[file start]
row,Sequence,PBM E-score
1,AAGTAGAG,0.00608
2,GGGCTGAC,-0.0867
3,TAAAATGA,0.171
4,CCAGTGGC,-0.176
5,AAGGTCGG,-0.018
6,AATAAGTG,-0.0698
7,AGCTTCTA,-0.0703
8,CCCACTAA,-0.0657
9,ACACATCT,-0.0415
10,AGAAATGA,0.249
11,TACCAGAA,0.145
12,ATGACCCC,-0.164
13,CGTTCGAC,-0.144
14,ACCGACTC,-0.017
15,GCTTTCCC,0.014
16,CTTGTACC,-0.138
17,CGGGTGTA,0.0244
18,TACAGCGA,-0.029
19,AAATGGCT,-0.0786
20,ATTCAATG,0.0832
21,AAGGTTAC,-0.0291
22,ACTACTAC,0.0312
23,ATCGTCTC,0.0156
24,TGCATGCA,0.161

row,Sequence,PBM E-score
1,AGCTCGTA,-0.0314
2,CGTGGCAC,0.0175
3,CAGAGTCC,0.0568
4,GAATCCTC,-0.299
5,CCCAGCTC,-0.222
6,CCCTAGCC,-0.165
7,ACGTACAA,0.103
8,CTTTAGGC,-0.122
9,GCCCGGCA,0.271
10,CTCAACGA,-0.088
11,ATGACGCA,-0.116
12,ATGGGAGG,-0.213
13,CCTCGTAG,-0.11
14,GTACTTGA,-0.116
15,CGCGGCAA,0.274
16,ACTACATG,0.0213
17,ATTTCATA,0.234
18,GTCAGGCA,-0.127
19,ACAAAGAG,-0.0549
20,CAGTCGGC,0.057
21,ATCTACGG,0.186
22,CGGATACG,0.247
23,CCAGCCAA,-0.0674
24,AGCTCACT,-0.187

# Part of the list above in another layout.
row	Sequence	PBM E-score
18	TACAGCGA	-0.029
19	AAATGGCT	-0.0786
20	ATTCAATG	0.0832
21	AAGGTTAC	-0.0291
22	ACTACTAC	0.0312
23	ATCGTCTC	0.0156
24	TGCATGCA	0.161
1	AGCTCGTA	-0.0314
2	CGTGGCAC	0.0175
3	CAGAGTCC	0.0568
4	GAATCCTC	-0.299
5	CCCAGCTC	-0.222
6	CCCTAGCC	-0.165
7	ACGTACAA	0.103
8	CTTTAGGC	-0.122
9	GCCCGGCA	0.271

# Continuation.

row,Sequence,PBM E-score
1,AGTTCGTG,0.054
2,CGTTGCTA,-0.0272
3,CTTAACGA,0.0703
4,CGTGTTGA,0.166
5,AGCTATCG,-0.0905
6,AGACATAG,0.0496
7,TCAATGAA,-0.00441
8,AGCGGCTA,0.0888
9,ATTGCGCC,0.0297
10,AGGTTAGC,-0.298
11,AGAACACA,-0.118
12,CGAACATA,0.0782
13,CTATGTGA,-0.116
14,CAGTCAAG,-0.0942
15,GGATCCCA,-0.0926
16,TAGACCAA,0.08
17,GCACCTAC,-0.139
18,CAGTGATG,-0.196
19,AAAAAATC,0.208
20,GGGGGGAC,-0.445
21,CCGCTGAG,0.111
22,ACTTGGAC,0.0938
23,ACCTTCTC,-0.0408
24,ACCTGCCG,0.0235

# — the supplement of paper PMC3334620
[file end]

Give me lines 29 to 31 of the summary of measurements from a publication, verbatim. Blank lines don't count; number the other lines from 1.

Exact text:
3,CAGAGTCC,0.0568
4,GAATCCTC,-0.299
5,CCCAGCTC,-0.222